Another thing I really liked was the cooperation these townspeople had.  They all worked together for the good of the whole. I can learn so much from that in being willing to help my neighbor out. 

And then there was a bit of mystery involved as well which was actually quite fascinating because you didn't really see it coming.

I received this book from Bethany House through NetGalley and was not required to write a positive review.
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Camden excels at taking little-known bits of history and bringing them vividly to life, particularly those actions that dramatically changed the lives of those immediately affected and the world as we know it. In her Empire State novels, she has done exactly this, and the third novel again keeps readers riveted, this time to the early stages of New York’s aqueducts - and the towns in its path. The people of Duval Springs tug at the heartstrings as they valiantly do whatever it takes to save their beloved community in the face of imminent domain. Alex and Eloise’s relationship - from childhood friendship to first romance to distant strangers - leaves readers with plenty of swoony moments as they slowly find a new footing, and the growth in each of their characters warms the heart. A dash of suspense adds a different kind of tension, rounding out the novel with something for everyone.
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If there  is one thing that I can say about Elizabeth Camden, and that is that she is a great writer. I have yet come upon a book that I didn't enjoy, and hope not to anytime soon.

This story had me feeling that I was in the middle of a Catherine Marshall book, Julie to be precise. It may be because of the story atmosphere and how the town works together to try and help their town to survive. That said, to be compared with the book Julie is good, it's one of my favorite books along with Christy.

The story is about a Eloise Drake who returns to her home town to work about making financial decisions on how much each house gets in return, for the state to be flooding their town. On the flip side, we have Alex Duvall who is equally determined to save his town. What no one knows, is the turbulent history between the two of them.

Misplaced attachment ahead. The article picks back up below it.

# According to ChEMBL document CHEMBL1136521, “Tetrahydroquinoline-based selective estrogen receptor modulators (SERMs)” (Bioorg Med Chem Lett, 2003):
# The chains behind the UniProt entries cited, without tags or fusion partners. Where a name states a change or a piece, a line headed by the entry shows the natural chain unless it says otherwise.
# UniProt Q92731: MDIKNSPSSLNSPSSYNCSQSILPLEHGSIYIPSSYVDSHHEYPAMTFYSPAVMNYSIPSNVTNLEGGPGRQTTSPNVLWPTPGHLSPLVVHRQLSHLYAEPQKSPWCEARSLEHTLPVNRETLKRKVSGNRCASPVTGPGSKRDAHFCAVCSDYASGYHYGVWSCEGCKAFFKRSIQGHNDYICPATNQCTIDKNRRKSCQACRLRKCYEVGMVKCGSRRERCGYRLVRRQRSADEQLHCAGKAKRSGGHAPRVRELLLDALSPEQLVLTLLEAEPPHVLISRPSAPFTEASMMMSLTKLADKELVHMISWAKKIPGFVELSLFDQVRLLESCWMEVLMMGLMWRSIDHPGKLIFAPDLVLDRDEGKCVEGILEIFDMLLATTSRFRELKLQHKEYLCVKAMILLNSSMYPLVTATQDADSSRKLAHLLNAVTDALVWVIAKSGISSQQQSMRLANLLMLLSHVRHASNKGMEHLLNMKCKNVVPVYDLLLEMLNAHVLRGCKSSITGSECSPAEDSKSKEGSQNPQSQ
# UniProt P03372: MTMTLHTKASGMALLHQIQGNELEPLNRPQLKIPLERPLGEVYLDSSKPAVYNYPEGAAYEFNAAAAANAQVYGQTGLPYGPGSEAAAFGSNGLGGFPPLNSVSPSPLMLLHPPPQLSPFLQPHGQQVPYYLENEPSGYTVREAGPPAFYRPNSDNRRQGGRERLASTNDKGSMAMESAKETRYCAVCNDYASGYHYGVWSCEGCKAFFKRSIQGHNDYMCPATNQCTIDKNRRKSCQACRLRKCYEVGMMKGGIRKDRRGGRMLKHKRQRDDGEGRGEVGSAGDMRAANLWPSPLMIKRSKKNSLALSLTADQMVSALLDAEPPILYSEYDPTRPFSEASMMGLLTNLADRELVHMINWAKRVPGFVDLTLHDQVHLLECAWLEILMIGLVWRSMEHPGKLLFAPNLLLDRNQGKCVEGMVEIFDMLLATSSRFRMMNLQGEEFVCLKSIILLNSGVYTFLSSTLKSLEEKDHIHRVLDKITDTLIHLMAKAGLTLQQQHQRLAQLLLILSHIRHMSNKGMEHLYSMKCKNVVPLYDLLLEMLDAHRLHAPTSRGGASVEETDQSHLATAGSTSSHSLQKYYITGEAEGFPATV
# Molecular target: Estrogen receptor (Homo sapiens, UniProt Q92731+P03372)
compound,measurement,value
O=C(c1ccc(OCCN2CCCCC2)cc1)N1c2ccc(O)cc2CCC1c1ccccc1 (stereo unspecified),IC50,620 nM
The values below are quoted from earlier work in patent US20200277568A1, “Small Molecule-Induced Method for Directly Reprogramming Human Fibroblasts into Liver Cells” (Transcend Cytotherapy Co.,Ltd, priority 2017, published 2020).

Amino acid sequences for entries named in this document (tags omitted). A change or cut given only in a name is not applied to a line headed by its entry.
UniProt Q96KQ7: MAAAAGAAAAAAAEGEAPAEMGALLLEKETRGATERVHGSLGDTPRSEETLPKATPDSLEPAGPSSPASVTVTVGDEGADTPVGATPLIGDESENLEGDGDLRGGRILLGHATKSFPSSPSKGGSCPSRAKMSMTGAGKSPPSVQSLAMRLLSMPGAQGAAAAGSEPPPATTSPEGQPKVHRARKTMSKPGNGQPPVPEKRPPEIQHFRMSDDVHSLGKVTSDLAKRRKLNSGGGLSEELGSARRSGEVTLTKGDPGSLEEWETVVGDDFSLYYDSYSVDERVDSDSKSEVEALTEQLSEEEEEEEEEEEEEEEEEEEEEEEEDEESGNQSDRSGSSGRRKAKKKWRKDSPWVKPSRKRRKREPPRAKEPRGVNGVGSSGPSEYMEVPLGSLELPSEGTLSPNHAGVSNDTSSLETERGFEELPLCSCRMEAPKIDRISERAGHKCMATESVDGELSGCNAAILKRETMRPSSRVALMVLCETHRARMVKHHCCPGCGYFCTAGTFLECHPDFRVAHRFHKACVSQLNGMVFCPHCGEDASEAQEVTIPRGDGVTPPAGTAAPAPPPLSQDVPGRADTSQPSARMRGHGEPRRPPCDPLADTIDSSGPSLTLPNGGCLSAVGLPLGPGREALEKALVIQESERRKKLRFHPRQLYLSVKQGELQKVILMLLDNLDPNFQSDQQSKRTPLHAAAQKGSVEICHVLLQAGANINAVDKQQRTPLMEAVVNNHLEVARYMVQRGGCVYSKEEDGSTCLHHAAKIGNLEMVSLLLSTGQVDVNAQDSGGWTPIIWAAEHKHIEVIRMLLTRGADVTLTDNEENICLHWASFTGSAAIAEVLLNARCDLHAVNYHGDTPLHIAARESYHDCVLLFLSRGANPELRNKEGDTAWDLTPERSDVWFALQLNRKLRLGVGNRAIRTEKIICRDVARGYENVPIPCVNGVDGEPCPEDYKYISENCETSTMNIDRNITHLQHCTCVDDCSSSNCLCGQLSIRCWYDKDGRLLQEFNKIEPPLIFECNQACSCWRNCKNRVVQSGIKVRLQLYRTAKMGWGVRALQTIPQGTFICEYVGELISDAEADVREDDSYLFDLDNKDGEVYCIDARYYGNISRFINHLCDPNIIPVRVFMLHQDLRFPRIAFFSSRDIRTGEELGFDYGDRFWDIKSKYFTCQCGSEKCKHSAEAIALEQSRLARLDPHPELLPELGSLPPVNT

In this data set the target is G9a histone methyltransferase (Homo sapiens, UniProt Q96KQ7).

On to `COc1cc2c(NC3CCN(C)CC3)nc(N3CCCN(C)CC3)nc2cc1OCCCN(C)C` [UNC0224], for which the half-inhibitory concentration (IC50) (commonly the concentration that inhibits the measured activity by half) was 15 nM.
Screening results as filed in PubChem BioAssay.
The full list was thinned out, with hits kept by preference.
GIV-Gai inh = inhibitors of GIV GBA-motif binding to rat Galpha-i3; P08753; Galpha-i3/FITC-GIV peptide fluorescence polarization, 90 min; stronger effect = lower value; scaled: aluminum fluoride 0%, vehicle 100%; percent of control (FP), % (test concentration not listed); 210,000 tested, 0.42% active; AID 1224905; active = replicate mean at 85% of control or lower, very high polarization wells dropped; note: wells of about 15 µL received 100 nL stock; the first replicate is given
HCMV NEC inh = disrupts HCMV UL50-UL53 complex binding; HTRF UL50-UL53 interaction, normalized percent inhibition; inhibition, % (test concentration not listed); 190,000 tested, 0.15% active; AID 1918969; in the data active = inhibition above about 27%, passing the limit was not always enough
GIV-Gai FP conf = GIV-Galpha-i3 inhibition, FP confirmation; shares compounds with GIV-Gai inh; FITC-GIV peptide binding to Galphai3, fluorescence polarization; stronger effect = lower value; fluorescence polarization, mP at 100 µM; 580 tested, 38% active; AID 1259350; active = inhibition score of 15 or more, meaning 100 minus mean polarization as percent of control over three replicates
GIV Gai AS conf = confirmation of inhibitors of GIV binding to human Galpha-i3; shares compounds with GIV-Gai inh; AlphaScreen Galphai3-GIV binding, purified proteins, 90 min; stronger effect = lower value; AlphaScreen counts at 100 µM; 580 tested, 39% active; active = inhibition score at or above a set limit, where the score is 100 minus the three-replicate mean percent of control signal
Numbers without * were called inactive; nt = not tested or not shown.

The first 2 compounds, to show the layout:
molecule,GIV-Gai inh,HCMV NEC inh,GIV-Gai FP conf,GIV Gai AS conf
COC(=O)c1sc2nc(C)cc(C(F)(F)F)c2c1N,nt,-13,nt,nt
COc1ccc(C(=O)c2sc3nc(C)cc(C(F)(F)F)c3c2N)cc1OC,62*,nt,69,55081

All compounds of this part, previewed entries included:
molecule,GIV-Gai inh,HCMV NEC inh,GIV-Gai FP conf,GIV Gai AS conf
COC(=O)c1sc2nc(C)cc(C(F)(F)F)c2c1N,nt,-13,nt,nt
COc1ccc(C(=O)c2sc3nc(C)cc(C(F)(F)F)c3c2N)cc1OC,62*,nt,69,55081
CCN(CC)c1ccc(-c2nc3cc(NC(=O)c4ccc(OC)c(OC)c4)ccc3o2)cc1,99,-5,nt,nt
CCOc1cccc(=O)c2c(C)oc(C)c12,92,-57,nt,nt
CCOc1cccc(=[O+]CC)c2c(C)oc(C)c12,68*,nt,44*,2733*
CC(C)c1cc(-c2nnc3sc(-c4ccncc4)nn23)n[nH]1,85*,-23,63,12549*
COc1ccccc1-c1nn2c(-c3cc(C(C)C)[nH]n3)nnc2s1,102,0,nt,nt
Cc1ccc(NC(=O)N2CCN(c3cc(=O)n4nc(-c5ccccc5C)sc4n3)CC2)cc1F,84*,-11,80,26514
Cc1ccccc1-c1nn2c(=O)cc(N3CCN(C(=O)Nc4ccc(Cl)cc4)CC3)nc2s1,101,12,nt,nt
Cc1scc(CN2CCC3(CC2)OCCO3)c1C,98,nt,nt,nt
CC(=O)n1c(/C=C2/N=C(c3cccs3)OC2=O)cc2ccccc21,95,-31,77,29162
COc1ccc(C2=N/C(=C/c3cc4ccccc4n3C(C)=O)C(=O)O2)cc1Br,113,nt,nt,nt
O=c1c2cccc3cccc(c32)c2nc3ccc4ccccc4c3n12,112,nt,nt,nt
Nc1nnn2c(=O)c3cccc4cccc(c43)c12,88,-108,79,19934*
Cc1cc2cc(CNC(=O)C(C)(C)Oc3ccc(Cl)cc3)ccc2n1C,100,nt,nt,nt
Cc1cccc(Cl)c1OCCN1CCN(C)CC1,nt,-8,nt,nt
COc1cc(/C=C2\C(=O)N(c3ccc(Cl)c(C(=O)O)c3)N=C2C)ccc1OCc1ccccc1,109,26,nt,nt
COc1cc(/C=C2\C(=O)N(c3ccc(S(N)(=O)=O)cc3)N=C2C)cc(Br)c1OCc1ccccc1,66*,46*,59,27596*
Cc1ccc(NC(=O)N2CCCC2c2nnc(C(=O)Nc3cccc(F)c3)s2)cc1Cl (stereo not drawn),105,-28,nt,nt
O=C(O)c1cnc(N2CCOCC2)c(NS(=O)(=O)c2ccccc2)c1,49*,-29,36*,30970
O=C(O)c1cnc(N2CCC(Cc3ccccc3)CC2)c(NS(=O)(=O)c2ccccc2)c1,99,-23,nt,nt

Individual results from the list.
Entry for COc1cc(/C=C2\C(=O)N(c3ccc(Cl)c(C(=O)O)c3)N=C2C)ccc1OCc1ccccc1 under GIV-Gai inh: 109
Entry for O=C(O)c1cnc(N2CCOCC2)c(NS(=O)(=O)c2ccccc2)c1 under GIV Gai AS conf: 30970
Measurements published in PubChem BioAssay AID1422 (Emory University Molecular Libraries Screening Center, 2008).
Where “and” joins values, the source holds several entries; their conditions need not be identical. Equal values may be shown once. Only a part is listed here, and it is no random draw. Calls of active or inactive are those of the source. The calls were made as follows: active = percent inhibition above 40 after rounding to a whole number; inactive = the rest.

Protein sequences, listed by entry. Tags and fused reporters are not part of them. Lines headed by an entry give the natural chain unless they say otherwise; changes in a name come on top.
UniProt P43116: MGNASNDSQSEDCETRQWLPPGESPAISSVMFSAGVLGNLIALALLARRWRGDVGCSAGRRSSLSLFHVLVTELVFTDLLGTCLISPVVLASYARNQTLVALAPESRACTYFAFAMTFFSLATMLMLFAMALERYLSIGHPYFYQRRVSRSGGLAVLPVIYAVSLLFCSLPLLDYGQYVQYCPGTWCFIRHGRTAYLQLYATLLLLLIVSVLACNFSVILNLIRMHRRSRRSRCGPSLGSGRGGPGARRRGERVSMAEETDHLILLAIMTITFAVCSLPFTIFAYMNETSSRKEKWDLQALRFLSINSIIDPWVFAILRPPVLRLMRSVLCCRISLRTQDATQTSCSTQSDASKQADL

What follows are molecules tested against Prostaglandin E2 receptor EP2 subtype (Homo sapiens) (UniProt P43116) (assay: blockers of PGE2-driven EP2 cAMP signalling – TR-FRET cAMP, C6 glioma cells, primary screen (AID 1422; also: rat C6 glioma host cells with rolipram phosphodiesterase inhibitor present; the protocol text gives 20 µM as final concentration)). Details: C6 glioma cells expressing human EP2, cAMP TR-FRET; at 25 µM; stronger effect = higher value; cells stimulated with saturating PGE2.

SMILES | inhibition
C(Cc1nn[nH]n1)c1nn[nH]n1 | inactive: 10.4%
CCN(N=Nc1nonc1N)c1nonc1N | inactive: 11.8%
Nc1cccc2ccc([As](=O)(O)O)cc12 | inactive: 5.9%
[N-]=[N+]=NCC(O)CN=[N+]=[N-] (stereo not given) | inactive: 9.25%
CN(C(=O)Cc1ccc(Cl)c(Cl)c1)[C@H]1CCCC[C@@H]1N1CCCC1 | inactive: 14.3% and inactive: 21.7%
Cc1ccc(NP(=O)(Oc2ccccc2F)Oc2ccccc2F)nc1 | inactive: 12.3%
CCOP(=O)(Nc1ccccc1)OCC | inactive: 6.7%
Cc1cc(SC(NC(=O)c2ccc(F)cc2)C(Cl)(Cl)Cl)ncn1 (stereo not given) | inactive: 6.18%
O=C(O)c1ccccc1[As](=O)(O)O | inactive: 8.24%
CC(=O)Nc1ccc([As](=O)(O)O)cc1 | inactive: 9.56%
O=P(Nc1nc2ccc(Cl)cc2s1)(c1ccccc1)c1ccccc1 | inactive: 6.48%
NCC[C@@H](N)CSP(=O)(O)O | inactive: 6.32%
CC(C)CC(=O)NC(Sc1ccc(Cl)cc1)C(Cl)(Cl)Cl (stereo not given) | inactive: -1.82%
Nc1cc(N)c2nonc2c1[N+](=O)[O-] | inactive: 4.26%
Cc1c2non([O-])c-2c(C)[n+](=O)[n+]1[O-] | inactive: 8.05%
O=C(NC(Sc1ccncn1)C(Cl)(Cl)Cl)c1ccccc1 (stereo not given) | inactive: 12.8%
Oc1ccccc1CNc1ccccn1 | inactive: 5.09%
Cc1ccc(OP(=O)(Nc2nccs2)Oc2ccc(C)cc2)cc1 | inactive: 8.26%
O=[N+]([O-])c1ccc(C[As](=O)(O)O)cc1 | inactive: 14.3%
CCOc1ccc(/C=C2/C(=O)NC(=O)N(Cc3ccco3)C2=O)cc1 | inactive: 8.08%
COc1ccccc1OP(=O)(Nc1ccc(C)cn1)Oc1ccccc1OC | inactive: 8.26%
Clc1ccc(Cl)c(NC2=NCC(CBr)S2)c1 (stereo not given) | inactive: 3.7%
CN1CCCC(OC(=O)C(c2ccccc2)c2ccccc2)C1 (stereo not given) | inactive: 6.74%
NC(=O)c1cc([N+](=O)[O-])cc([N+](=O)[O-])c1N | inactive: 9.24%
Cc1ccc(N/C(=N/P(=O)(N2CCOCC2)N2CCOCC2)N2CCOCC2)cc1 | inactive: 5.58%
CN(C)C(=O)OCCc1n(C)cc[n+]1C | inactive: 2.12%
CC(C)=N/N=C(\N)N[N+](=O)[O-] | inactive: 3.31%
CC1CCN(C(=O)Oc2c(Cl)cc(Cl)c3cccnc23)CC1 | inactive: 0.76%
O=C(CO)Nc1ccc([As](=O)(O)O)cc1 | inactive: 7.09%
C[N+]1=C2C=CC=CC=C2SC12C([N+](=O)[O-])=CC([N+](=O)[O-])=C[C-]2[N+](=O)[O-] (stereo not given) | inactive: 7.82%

Again, a well written and read story about a town struggling to survive in the midst of the upcoming flooding of their valley. The atmosphere is dark and filled with survival, yet an excellent read. Just stick with it.

The publisher has provided me with a complimentary copy of this book or advanced reading copy.
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Elizabeth Camden is one of those authors that I always intend to read someday, but end up not reading, and then love when I finally read, and I finally got around to reading A Dangerous Hope!

Eloise and Alex have spent the last 12 years of their life apart, after falling in love when they were teenagers. When they were found out, they were separated, and now their paths have crossed again. Alex is the mayor of a small town, she is an accountant in New York City, and she's assigned to burn down his town. They still remember each other with fond memories, but are not sure if they can make their relationship work.

At the same time, the small town they need to get rid of needs saving, and Eloise and Alex work together to save it, and . . . Things Happen™. They have to work through a suspenseful situation and battle through lots of adversary to figure out what to do with the town, and with each other.

The best part about the Empire State series, in my opinion, was the strong STEM women that are smart and brilliant, but still are soft and sweet and AAAAA. Like A Dangerous Legacy (book 1 of the series), the romance was exactly light enough: it wasn't very lovey dovey, while still showing their chemistry. 

My Rating-

Things Liked-